This new capability from AWS HealthLake provides us with several new use cases on how we can use AWS HealthLake. Prior to this feature, customers would need to poll the AWS HealthLake DescribeFHIRImportJob API in order to check the status of an import job, then when the status was completed, they would trigger a new job. While this is still a viable method for bringing data into AWS HealthLake, it is not optimized since an import job may be completed yet the polling method has not kicked off. With an event-based ingestion pipeline, it’s now possible to have EventBridge call an AWS Lambda function that immediately triggers another StartFHIRImportjob import API call. This capability allows for ingestion at scale.

Optimized Data Ingestion at Scale

AWS HealthLake has supported importing data from Amazon S3 since the service first launched. As of this writing, the AWS HealthLake service quota page outlines that AWS HealthLake supports one FHIR import job per account, where that one job can import 500GB of data from an Amazon S3 bucket (in .ndjson files), where each .ndjson file can have a max size of 5GB. In the past, we’ve seen customers use the bulk Amazon S3 import job as a way to ingest historical clinical data, and then once their historical loads are complete, they’ll switch over to using AWS HealthLake FHIR APIs in real-time (thus creating a 1:1 replica of real-time data in AWS HealthLake). When ingesting years of data, this meant several hundred jobs would need to be coordinated and managed through polling. By leveraging an event-based method through AWS EventBridge, customers can now optimize their data ingestion and reduce the time to getting value with AWS HealthLake.

Event-Based Integrations

Another way this feature can be used is when you need to trigger additional logic in your application based on the availability (or lack) of data in AWS HealthLake. For example, customers have expressed a need to trigger a series of logic or reports immediately based on the operations occurring on data within HealthLake. This new feature now provides that capability. To do so, you can simply do the following…

1. Configure your EventBridge event pattern to be the following to capture all HealthLake events.

  "source": ["aws.healthlake"]

2. In this example, simply POST and new Patient to your HealthLake endpoint.

3. Navigate to the CloudWatch log group and you will see an event with a
variety of details for the operation…

“eventSource”: “”,
“eventName”: “CreateResource”,
“awsRegion”: ” AWS (Example 1)”,
“requestParameters”: {
“resourceType”: “Patient”,
“additionalEventData”: { “resourceId”: ” a1b2c3d4-5678-90ab-cdef-EXAMPLE22222″ },

4. With this, you can then choose to take an action by using an AWS Lambda trigger depending on your requirements. HealthLake tells us what action, FHIR resource type, and FHIR ID were impacted in the operation.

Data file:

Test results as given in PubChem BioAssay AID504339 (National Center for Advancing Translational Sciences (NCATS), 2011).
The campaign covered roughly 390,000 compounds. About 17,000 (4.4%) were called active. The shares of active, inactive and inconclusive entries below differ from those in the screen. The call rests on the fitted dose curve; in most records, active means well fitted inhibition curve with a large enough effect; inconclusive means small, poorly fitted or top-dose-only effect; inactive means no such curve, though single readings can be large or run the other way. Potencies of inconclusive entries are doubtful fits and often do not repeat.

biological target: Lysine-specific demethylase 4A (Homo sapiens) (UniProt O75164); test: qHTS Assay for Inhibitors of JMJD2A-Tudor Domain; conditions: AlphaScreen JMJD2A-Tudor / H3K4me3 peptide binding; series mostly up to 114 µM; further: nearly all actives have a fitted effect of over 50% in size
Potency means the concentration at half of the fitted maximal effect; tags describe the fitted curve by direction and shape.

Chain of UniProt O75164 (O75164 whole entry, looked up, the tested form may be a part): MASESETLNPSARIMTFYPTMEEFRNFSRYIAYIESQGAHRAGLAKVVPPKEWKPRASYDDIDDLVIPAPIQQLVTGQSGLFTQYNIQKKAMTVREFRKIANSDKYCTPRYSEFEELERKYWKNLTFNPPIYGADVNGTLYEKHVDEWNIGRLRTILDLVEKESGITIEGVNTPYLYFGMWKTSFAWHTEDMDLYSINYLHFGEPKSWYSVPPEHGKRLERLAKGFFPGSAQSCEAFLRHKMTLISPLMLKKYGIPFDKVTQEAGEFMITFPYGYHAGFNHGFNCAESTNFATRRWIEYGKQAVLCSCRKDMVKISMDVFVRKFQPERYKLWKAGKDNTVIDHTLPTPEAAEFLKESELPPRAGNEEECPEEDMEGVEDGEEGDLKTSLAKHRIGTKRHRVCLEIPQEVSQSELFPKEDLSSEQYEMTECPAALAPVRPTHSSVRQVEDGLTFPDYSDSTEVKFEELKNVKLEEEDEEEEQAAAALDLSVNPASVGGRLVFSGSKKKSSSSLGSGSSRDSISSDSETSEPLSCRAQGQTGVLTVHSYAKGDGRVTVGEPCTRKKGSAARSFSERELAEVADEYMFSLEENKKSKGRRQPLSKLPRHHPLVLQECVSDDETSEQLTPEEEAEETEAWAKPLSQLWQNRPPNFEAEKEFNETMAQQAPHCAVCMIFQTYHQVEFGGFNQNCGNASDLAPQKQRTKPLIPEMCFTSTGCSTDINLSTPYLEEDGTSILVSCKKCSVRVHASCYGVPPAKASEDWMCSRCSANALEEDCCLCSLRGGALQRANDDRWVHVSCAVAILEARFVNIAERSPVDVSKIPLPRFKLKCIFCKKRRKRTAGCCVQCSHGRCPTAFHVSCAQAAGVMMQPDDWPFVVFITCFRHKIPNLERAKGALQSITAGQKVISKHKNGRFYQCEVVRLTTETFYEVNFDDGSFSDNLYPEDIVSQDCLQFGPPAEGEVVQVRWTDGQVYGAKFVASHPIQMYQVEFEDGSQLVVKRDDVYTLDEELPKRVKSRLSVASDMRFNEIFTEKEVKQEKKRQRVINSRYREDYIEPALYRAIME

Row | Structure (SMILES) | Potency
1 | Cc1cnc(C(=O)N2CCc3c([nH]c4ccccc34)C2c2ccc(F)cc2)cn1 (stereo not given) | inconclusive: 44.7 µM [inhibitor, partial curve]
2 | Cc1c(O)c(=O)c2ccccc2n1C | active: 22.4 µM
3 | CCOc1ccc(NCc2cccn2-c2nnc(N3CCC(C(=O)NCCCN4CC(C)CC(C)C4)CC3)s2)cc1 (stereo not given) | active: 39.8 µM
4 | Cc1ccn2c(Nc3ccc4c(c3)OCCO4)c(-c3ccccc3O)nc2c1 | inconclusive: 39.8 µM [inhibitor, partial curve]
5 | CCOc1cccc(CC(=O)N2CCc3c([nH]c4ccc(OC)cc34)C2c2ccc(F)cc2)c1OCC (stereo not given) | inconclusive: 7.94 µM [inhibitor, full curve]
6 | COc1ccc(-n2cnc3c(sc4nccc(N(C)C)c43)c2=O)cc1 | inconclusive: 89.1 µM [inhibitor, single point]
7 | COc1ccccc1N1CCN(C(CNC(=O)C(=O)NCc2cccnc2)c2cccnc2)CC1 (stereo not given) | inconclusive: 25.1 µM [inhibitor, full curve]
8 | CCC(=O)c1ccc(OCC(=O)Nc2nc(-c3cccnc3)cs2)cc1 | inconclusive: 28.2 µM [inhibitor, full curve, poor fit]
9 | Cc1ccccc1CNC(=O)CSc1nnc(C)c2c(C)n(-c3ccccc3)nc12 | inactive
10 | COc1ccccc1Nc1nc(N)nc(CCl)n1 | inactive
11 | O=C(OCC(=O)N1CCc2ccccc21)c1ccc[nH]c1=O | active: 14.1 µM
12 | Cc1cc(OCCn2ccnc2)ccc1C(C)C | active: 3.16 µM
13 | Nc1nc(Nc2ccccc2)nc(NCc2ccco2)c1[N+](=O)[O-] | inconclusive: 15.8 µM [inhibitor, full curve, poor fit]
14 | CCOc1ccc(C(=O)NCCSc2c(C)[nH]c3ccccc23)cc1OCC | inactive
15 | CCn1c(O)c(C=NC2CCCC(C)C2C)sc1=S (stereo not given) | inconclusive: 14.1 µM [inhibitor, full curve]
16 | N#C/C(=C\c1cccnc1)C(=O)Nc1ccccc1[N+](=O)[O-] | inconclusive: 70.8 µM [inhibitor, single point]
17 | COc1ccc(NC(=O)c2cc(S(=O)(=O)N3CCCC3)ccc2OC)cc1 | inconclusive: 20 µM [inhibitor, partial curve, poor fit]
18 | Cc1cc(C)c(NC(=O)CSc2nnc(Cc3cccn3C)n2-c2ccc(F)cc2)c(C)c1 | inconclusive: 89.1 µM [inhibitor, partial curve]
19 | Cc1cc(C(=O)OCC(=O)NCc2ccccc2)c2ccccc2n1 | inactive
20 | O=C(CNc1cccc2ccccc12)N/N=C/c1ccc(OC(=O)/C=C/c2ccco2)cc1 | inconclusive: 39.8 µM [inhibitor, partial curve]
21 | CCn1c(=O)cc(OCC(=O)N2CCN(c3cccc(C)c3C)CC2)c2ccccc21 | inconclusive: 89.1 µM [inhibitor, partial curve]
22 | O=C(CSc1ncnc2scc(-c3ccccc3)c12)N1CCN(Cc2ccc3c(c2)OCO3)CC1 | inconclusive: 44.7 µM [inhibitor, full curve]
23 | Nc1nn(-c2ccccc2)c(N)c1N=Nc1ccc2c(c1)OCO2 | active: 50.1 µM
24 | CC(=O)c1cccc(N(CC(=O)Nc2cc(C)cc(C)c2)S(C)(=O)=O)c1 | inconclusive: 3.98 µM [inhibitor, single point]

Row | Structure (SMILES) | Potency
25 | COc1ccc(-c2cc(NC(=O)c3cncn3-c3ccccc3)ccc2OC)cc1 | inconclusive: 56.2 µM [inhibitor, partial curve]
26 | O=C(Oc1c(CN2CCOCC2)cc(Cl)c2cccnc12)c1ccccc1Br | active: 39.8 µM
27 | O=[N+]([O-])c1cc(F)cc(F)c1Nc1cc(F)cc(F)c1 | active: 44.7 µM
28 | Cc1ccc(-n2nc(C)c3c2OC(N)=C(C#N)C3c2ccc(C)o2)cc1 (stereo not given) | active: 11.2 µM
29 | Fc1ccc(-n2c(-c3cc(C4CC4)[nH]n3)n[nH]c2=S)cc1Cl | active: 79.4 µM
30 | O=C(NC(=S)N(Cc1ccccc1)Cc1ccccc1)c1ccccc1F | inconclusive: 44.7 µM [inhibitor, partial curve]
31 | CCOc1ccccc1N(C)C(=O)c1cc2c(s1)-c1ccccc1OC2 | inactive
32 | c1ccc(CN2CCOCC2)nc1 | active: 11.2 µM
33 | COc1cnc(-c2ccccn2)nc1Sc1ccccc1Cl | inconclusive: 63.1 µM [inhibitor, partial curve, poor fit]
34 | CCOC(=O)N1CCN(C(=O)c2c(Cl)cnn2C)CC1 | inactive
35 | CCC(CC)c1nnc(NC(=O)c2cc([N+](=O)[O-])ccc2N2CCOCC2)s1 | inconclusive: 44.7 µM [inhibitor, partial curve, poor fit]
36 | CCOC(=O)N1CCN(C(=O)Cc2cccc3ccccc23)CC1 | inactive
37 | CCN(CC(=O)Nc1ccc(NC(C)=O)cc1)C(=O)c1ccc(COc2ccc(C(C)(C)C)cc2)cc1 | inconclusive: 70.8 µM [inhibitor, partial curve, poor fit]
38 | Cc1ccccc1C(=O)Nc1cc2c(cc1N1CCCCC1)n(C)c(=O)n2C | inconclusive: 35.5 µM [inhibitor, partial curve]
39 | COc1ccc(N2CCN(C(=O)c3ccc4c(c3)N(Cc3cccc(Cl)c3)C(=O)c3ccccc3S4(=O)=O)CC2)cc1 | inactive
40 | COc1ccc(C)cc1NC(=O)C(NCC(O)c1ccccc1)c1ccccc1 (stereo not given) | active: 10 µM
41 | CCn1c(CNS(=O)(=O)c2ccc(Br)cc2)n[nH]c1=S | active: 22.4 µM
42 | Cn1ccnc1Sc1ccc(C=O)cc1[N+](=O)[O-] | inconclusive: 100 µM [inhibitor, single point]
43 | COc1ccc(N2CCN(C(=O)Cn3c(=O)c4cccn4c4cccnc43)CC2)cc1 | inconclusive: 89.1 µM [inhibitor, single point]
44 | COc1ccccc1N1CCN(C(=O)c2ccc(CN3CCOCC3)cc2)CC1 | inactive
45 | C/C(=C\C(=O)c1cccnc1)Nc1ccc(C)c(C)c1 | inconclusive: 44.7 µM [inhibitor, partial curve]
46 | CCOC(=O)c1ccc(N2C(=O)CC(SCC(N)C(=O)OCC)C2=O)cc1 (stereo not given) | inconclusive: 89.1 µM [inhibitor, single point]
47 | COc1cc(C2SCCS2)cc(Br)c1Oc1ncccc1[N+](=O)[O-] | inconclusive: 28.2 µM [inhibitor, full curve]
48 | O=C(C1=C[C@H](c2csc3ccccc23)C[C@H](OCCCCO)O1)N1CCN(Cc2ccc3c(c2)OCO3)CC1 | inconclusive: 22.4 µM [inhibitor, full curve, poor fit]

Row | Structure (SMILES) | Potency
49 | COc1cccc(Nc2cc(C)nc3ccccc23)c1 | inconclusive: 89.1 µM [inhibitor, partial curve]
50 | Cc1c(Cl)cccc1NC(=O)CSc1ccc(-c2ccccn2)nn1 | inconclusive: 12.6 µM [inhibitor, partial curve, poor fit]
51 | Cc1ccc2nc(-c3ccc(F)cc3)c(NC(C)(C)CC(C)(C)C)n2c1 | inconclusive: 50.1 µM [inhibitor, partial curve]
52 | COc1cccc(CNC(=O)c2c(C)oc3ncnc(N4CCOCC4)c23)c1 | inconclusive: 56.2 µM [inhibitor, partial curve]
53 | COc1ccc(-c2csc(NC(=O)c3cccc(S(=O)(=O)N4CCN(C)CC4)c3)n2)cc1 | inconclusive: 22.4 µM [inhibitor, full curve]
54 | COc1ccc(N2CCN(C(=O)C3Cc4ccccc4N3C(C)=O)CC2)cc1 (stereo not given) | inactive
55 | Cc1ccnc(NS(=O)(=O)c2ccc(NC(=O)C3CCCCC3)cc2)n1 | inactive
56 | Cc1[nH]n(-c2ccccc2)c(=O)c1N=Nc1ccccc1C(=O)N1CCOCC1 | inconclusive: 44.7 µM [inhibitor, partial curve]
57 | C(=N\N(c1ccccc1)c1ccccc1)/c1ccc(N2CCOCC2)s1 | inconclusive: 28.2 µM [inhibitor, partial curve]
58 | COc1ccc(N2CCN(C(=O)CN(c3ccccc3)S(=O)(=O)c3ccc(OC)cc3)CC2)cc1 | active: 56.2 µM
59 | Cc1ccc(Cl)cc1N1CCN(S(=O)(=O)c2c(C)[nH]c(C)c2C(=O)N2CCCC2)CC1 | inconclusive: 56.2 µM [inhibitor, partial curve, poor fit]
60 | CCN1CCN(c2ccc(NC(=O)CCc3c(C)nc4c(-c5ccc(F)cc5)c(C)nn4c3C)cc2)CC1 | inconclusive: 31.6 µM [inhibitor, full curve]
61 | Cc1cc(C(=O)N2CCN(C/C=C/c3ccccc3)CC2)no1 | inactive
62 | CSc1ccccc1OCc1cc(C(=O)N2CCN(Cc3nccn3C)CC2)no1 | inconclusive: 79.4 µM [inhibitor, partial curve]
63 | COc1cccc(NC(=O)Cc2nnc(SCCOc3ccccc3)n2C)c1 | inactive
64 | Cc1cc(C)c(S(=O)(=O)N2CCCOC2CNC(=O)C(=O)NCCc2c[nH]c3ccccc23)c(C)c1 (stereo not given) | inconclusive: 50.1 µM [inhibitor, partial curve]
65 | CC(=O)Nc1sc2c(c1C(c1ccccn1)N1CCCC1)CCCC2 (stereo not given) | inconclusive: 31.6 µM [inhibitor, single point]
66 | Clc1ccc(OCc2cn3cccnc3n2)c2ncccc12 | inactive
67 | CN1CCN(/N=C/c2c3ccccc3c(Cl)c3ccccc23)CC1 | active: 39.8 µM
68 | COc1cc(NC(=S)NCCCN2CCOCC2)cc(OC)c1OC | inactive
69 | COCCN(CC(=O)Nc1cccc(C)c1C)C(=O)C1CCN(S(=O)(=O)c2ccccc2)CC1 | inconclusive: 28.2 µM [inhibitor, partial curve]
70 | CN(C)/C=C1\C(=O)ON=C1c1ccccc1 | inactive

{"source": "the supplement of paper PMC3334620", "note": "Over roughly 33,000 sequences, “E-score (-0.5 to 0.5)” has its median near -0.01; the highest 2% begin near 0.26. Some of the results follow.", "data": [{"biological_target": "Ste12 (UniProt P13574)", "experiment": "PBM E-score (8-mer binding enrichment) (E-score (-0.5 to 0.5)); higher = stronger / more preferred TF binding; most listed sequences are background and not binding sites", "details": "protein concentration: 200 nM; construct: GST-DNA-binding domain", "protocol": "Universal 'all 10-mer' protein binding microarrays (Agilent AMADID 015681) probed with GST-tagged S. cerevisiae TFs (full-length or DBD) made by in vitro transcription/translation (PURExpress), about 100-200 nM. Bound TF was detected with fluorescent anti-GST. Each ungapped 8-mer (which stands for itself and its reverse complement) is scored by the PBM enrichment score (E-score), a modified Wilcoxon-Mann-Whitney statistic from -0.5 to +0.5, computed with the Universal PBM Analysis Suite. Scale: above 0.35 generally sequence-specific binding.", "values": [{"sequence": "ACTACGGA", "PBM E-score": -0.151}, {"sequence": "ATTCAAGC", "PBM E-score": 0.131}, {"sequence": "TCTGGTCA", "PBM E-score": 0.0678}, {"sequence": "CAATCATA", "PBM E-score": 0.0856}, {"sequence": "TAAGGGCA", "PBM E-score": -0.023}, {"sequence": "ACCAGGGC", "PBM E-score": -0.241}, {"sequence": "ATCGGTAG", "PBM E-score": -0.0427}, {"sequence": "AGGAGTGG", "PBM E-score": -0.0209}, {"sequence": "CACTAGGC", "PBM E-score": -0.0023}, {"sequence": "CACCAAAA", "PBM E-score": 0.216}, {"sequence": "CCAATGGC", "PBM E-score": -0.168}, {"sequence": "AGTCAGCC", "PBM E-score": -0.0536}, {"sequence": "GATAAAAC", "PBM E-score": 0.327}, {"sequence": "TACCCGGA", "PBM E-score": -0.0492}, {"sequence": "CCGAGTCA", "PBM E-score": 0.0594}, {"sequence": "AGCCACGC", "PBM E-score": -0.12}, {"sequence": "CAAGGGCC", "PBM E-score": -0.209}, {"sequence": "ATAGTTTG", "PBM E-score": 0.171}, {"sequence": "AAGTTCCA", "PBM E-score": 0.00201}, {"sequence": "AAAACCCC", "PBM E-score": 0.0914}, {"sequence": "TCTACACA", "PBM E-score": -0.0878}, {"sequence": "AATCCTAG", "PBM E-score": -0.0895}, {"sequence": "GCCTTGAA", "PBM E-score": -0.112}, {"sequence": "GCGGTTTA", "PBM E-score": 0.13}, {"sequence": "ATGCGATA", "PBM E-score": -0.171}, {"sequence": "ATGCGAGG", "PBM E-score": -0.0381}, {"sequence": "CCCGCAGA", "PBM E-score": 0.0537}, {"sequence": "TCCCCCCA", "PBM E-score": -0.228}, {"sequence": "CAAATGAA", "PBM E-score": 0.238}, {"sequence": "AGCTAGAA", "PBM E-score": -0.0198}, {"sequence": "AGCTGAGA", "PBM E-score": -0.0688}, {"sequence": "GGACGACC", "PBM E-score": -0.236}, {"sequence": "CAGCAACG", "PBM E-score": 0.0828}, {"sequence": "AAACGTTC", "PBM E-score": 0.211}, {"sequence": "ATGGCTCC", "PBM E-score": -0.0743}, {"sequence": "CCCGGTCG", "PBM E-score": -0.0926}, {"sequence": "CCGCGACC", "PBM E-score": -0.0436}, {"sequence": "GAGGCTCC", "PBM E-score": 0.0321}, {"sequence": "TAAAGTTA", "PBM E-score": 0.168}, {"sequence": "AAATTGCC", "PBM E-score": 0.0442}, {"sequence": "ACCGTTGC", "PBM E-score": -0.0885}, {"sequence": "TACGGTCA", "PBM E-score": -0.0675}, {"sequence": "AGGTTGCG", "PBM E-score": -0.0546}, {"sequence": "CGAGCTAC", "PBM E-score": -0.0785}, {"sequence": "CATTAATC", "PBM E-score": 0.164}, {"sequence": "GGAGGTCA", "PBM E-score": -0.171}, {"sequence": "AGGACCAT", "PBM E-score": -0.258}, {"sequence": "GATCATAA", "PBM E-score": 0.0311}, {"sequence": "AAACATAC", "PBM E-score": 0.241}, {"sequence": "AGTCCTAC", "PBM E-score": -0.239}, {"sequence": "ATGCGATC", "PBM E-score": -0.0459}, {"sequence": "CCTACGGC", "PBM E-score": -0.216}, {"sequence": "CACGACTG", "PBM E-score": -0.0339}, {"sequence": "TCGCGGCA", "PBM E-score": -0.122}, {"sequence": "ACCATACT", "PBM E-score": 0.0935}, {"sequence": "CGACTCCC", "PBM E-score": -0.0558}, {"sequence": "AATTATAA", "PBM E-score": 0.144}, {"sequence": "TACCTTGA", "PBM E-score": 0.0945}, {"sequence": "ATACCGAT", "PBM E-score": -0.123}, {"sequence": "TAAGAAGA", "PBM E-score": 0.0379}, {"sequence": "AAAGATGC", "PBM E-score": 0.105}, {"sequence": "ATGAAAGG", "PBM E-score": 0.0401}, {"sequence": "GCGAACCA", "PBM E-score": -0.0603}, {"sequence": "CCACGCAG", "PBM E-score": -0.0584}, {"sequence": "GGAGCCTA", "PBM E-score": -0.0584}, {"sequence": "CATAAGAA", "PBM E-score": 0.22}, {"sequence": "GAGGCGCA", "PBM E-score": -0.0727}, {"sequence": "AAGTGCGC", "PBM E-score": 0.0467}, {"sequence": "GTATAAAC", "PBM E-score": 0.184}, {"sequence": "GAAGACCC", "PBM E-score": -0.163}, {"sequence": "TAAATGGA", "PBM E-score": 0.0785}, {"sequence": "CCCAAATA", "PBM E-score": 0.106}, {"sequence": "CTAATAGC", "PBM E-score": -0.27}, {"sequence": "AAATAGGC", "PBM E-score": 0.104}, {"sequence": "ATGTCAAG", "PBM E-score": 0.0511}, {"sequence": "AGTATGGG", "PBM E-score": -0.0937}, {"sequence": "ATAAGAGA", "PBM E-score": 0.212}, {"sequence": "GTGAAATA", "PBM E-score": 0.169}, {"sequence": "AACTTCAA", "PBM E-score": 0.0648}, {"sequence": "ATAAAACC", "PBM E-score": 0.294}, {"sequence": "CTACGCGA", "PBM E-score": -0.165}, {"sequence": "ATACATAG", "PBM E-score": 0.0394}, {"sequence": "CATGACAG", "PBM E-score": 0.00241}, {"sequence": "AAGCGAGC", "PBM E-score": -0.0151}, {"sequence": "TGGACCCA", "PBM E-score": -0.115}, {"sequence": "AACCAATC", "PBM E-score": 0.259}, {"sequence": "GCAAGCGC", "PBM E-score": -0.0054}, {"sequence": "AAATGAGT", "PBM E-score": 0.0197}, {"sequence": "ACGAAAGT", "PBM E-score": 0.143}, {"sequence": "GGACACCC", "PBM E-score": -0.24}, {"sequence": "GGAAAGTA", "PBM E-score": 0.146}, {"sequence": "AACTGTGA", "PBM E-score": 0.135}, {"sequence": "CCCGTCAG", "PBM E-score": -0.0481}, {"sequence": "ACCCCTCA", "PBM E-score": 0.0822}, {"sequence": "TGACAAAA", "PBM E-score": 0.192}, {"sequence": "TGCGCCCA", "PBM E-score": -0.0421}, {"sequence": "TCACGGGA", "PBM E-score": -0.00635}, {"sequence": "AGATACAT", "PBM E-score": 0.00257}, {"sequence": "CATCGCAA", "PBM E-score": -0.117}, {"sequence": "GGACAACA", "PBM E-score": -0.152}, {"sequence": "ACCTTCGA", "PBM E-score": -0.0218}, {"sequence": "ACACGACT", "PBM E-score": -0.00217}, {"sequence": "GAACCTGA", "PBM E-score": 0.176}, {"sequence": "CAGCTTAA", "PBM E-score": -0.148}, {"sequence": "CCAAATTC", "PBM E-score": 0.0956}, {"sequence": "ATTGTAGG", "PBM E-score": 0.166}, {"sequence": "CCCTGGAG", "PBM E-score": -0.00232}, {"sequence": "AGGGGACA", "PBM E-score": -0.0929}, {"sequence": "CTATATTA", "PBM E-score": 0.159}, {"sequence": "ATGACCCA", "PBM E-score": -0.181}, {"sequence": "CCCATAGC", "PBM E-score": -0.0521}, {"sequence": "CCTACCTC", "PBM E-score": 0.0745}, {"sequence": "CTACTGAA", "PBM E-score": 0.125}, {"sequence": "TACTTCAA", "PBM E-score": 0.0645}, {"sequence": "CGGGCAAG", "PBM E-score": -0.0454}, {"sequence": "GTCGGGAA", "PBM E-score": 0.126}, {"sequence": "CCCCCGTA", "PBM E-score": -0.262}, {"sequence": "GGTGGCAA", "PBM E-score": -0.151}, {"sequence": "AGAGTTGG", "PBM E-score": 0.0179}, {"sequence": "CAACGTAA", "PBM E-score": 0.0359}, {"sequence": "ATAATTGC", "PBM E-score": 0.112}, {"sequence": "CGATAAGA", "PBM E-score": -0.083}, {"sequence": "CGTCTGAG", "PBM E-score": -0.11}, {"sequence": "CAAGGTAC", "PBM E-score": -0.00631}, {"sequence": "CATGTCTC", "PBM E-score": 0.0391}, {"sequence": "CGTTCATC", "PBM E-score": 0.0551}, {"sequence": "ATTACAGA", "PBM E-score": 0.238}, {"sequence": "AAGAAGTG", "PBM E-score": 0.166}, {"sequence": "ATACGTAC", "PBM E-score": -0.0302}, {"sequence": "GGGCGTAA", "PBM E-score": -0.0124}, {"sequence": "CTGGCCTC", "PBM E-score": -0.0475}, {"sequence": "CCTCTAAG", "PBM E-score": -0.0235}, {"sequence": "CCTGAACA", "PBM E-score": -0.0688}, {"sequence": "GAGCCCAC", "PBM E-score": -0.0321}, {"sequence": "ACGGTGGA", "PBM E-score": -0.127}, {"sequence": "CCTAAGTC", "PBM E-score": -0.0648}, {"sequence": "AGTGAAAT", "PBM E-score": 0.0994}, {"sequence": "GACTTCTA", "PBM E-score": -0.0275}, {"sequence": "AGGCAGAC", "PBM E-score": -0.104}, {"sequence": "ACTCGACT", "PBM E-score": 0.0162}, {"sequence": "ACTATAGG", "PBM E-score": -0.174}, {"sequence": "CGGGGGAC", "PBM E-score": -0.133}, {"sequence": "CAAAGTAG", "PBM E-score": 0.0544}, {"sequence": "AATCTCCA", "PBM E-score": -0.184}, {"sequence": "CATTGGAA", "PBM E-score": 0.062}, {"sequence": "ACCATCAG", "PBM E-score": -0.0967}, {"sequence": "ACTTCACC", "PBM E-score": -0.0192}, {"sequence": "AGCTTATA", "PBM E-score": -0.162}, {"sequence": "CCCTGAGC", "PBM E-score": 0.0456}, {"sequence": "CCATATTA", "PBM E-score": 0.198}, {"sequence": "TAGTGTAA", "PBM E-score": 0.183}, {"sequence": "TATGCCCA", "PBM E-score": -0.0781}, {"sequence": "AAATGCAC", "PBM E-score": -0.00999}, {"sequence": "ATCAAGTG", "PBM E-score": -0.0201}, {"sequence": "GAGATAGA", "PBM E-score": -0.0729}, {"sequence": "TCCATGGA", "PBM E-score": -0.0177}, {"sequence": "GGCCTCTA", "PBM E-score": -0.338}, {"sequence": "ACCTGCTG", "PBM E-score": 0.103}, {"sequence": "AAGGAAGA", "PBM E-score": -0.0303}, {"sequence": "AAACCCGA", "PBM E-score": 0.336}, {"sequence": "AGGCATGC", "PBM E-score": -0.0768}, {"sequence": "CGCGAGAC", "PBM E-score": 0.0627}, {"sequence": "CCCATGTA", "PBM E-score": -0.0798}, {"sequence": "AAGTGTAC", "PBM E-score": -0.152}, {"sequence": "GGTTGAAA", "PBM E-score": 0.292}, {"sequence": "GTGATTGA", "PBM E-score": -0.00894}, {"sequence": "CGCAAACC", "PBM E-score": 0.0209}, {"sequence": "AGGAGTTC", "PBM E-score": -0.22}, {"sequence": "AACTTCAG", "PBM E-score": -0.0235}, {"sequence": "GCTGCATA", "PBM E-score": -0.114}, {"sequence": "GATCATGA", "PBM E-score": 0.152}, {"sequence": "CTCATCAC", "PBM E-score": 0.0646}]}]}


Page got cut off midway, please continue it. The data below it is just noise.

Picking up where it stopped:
We have also encountered scenarios where customers want to be alerted when data imports fail, often due to malformed FHIR resources. This new feature can now enable you to perform immediate data quality checks in such cases. Additionally, when meeting compliance is important for making certain data available within one business day, such as under CMS 9115F for Patient Access API, keeping logs on when data was received and ingestion into HealthLake for audit purposes can be critical. This feature allows you to choose what actions to take based on your requirements.

Cleaning up

To avoid ongoing charges, delete the resources you created with this solution:

  1. Delete the EventBridge custom rule.
  2. Delete the CloudWatch log group.
  3. If you created a HealthLake datastore for this blog, delete the HealthLake datastore.


In this post you learned about how recent enhancements in the AWS HealthLake service help you seamlessly support event driven cases such as data ingestion at scale. AWS HealthLake enables interoperability, innovation, and ultimately, better patient outcomes. To get started with Amazon HealthLake and learn more about how you can securely store, transform, transact and analyze health data in minutes, please check following links to previous blogs. If you have any questions or concerns, leave them in the comments section.

Links to previous blogs on Amazon HealthLake

Yogesh Dhimate

Yogesh Dhimate

Yogesh Dhimate is a Senior Partner Solutions Architect at AWS. Yogesh supports global healthcare ISVs to build interoperability solutions on AWS. Prior to joining AWS, Yogesh worked as a technical leader and product manager for healthcare industry solutions at MuleSoft (now Salesforce).

Brian Warwick

Brian Warwick

Brian is a Principal Solutions Architect supporting global AWS Partners who build healthcare solutions on AWS. Brian is passionate about helping customers leverage the latest in technology in order to transform the healthcare industry.

Karthik Suresh Kumar

Karthik Suresh Kumar

Karthik is a Sr. Product Manager at AWS, and leads the product vision, strategy, and roadmap for AWS HealthLake to enable healthcare and life sciences companies to query and analyze health data at scale. He is passionate about leveraging machine learning, predictive analytics, and clinical expertise to help healthcare organizations improve patient outcomes, reduce costs, and enhance quality of care.

Mirza Baig

Mirza Baig

Mirza Baig is a Principal Solutions Architect in Health AI. primarily focused on driving adoption of Health AI solutions. Prior to joining Amazon, Mirza held technical & leadership roles in Software Development, Data Foundation, CyberSecurity, Network Engineering with large organizations like Envision Healthcare, Cisco, The Executive Office of The President (of US) among others.

Ruary Thompson

Ruary Thompson

Ruary Thompson: Ruary is a Software Development Engineer II at AWS HealthLake. He is passionate about using technology to solve real world problems in healthcare.